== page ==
The benefits of positive reinforcement! Since all living things repeat behaviours that are rewarding, and those behaviours that aren’t rewarded extinguish (go away), the combination of negative punishment and management creates a well-trained dog at least as easily as harsh or painful corrections and without the very real potential for relationship damage that is created by the use of physical punishment.

One of the most significant reasons for not using physical punishment or force with dogs is the potential for eliciting or exacerbating aggressive behaviours from them. The relationship between dog and owner can be significantly damaged as the dog learns to fear or resent the angry, unpredictable responses of his human.

Moving to Positive Training Methods

Nowadays trainers are entering the profession having learnt their methods without an early foundation of harsh training. This is a good thing! However, there are enough old-fashioned trainers around that positive trainers still find themselves working with a fair number of “crossover dogs” those who are convinced that they must not dare offer a behaviour for fear of punishment.

Many dogs who were compulsion-trained never lose their anxiety about “doing the wrong thing” when they’re unsure of what the “right” thing is.

It takes time to rebuild the trust of a dog who has learned to stay safe by waiting for explicit instructions before proceeding. It’s well worth the effort. The most rewarding and exciting part of dog training for me is watching the awareness on a dog’s face that he controls the consequences of his behaviour, and that he can elicit good things from his dog trainer by offering certain behaviours. I never experienced that “15 years ago.” I used to take “sit” for granted, because if the dog didn’t sit when told, I made him do it.

Today, I never get over the thrill of that moment when the dog understands, for the first time, that he can make the clicker “Click!” (and receive a treat) simply by choosing to sit. It keeps training stimulating and exciting.

Still Not Quite Convinced That Positive Works?

So why, given all the available scientific and anecdotal evidence about the success of positive training, do some dog trainers and owners cling stubbornly to the old ways? Resistance to change? Fear of the unknown?

It saddens me that so many in the U.K. are still so far away from the positive end of the dog-training methods. The celebrity status of Cesar Millan is evidence that dog owners and trainers are more than willing to buy into the coercion-and-intimidation approach to training, and that the use of force is part of our culture.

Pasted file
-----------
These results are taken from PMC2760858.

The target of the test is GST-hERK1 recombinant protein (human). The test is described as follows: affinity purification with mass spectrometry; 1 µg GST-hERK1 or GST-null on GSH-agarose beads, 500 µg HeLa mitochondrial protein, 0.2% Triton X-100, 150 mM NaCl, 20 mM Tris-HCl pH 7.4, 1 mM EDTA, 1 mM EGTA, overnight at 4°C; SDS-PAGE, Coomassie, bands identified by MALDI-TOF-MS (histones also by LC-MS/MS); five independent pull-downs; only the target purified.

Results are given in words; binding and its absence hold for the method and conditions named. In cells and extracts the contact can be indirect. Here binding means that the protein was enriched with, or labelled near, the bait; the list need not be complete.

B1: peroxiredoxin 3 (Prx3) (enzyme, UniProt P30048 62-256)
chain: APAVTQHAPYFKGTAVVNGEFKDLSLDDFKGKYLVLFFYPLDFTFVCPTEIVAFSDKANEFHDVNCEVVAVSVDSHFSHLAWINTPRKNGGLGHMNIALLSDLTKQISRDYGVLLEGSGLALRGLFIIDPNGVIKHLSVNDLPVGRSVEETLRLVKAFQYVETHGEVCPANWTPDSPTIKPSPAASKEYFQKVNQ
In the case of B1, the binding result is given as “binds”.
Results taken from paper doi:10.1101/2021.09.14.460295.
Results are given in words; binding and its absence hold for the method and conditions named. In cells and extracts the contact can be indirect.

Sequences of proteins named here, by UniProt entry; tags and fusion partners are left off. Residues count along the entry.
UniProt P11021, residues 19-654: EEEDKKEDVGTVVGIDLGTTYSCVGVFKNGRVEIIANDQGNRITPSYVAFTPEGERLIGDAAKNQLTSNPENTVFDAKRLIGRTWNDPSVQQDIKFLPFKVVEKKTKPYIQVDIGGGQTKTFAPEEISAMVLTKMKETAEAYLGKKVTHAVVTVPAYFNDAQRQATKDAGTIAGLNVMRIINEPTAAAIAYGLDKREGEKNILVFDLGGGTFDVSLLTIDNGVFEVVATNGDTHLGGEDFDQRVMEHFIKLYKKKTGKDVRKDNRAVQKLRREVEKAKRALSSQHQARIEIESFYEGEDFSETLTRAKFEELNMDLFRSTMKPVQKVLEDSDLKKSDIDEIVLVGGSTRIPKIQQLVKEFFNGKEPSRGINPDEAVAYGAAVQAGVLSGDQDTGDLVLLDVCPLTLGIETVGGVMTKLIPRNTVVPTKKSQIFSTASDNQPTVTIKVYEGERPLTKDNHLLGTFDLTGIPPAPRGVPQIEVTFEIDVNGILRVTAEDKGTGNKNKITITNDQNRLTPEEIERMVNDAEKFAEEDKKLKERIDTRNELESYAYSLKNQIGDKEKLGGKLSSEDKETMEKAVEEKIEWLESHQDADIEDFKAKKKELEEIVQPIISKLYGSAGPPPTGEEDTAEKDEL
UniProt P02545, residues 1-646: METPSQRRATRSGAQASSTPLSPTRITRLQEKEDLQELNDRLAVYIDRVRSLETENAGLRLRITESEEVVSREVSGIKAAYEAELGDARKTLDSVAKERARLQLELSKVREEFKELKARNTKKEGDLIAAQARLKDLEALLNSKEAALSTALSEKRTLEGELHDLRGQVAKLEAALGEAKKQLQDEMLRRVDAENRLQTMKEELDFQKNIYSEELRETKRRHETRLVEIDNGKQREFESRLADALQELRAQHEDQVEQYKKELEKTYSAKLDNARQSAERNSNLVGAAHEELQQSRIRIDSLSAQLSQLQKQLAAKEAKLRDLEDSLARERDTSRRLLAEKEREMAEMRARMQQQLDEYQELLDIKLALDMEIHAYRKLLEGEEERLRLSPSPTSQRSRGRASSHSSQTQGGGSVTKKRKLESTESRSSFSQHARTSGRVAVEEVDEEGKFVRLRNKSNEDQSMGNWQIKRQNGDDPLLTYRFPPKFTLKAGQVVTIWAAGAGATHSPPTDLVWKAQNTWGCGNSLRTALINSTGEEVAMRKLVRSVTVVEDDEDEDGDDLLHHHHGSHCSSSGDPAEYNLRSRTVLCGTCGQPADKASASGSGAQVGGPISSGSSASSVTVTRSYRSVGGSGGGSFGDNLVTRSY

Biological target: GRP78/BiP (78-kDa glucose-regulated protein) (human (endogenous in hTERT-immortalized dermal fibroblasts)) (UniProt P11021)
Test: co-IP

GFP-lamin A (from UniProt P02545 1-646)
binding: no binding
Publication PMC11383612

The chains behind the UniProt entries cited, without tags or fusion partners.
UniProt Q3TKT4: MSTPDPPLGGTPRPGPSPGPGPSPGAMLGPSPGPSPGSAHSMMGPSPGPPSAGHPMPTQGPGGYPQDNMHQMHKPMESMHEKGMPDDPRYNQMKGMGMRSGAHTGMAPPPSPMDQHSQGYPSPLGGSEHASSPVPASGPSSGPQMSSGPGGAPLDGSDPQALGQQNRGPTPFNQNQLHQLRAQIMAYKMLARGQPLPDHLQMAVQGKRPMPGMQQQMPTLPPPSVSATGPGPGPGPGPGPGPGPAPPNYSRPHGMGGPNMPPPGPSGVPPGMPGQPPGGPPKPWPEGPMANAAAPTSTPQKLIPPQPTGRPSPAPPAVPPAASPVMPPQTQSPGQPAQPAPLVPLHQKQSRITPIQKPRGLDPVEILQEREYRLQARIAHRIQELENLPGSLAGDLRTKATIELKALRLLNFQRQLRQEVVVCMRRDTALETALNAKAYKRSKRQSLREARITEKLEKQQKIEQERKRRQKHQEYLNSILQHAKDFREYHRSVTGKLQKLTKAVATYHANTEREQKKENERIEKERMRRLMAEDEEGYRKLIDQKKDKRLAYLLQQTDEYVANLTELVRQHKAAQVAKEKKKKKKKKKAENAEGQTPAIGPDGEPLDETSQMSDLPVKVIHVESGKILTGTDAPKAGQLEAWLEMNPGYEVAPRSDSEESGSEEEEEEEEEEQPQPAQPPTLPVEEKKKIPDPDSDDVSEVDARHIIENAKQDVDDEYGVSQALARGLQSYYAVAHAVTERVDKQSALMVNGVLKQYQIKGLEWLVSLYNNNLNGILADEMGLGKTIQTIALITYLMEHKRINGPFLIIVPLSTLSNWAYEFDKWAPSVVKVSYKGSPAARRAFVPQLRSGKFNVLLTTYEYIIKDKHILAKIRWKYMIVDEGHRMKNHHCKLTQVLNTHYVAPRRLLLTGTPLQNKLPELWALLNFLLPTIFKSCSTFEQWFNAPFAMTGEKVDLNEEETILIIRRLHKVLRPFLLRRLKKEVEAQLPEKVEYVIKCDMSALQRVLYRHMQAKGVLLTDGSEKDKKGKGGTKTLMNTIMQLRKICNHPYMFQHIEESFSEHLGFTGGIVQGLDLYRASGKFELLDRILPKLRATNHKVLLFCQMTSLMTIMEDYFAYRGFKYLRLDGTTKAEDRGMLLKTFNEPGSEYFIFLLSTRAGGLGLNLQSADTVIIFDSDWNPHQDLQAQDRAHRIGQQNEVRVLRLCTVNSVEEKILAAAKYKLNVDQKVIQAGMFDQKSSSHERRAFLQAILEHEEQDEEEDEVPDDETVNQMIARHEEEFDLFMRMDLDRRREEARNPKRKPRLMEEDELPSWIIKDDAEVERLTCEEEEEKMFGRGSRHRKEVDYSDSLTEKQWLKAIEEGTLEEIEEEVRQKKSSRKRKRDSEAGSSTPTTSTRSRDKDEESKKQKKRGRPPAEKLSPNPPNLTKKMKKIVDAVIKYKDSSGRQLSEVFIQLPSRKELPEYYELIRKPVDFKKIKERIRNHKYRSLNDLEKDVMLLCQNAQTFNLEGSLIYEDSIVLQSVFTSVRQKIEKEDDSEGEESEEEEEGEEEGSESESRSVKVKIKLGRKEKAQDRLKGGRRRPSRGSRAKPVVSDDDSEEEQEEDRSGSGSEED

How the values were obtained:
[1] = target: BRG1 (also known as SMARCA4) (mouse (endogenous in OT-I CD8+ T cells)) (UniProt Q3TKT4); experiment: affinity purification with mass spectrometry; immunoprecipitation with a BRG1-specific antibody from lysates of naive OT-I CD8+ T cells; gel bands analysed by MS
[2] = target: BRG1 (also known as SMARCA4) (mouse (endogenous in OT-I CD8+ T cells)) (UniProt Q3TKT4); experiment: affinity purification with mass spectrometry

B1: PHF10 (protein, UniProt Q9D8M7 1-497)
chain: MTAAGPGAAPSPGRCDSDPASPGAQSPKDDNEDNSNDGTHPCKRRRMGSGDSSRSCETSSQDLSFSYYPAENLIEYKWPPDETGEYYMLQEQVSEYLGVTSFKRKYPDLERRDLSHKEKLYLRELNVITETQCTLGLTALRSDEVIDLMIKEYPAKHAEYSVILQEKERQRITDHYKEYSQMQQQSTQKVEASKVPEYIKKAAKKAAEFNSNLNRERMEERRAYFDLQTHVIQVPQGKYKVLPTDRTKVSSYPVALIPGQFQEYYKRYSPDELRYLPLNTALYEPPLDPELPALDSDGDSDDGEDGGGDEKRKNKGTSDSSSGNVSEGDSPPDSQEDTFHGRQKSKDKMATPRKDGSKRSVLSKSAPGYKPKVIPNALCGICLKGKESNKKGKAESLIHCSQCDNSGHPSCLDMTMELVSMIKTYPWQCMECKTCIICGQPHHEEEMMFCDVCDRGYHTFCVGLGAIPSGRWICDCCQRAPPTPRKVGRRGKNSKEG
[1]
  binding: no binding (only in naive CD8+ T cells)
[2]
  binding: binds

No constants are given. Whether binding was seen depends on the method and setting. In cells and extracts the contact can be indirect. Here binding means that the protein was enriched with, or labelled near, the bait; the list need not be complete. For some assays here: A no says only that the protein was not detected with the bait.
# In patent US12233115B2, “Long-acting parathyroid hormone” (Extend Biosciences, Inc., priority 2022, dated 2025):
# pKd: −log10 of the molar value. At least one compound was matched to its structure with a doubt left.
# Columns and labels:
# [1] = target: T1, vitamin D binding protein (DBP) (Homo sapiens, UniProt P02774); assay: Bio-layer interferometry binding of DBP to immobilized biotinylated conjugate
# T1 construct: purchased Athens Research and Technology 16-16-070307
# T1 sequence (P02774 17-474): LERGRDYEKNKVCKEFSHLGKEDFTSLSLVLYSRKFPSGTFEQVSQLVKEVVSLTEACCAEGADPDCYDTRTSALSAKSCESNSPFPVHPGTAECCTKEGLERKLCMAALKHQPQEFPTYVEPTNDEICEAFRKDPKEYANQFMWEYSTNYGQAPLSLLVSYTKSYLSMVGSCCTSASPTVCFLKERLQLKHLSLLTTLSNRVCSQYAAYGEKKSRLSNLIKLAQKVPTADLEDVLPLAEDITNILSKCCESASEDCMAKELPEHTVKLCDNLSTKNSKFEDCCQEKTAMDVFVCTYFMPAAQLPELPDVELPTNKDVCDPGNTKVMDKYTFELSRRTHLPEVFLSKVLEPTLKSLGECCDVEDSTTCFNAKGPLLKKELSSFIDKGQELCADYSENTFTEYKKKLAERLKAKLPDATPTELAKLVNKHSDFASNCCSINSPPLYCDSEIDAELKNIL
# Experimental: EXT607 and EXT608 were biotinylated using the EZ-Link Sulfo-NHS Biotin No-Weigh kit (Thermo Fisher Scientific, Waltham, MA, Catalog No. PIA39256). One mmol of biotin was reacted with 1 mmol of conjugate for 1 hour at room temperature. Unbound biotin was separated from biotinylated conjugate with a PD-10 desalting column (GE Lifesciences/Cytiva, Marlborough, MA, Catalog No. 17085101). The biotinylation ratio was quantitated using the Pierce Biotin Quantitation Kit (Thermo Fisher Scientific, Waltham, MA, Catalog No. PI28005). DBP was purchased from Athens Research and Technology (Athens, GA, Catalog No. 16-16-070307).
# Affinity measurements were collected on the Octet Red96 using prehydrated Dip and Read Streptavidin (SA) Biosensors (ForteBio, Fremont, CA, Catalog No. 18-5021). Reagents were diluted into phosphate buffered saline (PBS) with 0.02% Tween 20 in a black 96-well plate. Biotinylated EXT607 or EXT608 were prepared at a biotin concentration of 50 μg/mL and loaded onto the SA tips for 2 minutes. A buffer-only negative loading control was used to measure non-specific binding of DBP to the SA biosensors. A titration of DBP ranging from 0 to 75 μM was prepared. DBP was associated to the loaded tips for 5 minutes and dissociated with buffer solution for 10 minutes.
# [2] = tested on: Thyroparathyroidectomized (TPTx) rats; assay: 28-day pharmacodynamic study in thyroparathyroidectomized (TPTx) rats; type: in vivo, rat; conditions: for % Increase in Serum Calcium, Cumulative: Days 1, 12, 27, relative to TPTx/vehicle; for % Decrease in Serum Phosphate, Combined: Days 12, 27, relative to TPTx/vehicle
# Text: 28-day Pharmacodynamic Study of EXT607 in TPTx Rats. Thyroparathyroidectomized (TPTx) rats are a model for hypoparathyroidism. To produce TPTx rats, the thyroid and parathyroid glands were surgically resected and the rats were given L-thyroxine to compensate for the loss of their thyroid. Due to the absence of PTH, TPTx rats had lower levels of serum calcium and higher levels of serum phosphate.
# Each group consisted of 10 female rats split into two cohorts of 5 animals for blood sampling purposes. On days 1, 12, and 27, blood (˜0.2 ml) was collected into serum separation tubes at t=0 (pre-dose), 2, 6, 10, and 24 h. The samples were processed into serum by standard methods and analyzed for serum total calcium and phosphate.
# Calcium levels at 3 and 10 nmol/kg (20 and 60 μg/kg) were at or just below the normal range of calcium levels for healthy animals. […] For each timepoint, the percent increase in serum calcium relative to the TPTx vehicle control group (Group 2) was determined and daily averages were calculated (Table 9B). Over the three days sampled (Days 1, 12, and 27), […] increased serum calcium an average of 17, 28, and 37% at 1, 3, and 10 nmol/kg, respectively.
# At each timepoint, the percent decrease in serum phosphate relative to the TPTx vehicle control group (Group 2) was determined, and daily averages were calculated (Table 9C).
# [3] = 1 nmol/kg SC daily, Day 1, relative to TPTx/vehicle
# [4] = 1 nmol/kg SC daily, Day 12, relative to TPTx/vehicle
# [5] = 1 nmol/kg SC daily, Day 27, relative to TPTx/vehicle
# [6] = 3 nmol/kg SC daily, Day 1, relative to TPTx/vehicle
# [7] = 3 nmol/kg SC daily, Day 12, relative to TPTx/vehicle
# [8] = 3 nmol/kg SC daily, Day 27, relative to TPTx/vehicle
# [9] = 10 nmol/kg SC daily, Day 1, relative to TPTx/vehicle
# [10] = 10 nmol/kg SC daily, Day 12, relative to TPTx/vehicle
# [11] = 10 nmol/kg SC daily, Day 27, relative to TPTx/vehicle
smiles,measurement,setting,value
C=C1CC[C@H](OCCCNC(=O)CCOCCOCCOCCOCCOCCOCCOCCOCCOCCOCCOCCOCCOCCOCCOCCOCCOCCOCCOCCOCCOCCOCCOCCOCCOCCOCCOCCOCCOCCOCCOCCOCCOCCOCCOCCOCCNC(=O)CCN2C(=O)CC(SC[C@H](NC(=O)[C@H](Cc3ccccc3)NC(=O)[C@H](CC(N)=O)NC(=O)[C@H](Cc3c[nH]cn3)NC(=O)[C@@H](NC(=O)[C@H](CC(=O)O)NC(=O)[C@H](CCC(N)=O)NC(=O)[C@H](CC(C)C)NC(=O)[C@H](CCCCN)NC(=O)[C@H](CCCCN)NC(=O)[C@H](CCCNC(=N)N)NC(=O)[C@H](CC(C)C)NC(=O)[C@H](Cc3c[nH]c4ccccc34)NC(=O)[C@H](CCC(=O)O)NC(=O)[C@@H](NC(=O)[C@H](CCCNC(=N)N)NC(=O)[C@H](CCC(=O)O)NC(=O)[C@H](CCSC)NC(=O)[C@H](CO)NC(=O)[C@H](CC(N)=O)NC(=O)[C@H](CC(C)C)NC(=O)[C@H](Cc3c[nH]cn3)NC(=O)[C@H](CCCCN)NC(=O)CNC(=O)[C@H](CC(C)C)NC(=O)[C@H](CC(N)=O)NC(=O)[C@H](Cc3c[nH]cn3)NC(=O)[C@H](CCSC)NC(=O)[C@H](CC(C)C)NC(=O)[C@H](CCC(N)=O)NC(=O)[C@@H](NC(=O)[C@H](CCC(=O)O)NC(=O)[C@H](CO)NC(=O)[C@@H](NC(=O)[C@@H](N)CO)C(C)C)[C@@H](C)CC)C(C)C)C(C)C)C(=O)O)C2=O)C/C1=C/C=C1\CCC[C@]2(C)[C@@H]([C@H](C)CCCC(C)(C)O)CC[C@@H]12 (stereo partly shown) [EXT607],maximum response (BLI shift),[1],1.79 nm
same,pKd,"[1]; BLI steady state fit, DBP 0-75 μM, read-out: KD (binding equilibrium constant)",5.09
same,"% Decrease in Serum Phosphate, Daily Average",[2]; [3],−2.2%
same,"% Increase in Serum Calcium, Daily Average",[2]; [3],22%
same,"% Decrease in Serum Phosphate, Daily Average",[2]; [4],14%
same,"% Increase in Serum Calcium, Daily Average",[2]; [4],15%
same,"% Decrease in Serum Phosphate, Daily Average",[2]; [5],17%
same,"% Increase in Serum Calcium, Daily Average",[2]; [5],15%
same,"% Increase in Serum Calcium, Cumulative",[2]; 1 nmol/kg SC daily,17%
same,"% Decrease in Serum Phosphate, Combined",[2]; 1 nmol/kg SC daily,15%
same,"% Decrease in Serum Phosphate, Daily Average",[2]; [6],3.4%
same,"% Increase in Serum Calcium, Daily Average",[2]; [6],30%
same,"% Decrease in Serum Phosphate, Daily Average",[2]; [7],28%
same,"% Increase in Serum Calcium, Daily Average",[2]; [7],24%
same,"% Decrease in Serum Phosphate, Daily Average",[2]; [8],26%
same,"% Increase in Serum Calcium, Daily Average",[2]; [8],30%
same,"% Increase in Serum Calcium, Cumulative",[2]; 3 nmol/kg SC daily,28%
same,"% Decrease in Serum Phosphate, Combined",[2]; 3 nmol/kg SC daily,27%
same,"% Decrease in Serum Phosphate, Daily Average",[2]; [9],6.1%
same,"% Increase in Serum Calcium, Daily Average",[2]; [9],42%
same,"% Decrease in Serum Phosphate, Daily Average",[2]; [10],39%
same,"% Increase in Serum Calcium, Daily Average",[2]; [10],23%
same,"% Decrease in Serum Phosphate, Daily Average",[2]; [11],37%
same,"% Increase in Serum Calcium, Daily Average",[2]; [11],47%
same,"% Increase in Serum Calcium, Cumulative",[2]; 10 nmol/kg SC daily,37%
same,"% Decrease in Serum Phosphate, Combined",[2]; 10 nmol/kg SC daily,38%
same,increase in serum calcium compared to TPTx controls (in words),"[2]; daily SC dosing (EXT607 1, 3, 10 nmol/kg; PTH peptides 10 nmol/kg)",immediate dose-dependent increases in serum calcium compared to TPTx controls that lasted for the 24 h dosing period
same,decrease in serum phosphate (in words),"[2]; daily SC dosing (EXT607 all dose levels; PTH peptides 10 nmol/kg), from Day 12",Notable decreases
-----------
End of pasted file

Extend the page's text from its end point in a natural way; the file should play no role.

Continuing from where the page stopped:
Methods used 15 years+ a go can work. Decades of well-behaved dogs and the owners who owned and worked them attest to that.

So why should old fashioned dog trainers bother to cross over to the positive side? The short answer is that positive dog training works, it’s stimulating and fun, and it does not have the potential to cause stress and physical injury to our dogs through the application of force, pain, and intimidation. It takes the blame away from the dog and puts the responsibility for success on the dog trainer’s shoulders.

In the old days, if a dog didn’t respond well to coercion we claimed there was something wrong with the dog, and continued to increase the level of force until he finally submitted. If he didn’t submit he was often labelled useless and replaced for a more compliant model. With the positive paradigm, it’s our role as the supposedly more intelligent species to understand our dogs and find a way that works for them rather than forcing them into a one-size-fits-all mould.

The longer answer is that it encourages an entire cultural mindset to move away from aggression and force as a way to achieve goals. The majority of dog owners and dog trainers who have fun (and success) using positive methods with their dogs come to realise that it works. They feel better about training and find themselves less likely to get angry with their dogs, understanding that behaviour is simply behaviour, not some maliciously deliberate attempt on the dog’s part to challenge their authority.

Positive trainers are more likely to seek new solutions rather than falling back on force and pain, or worse, blaming and possibly discarding the dog for not adapting to our rigid concept of training. Indeed, in the last two decades, during which time positive training has gained a huge following, we’ve made even more advances in our training creativity and our understanding of behaviour, canine and otherwise, and have even more positive options, tools, and techniques.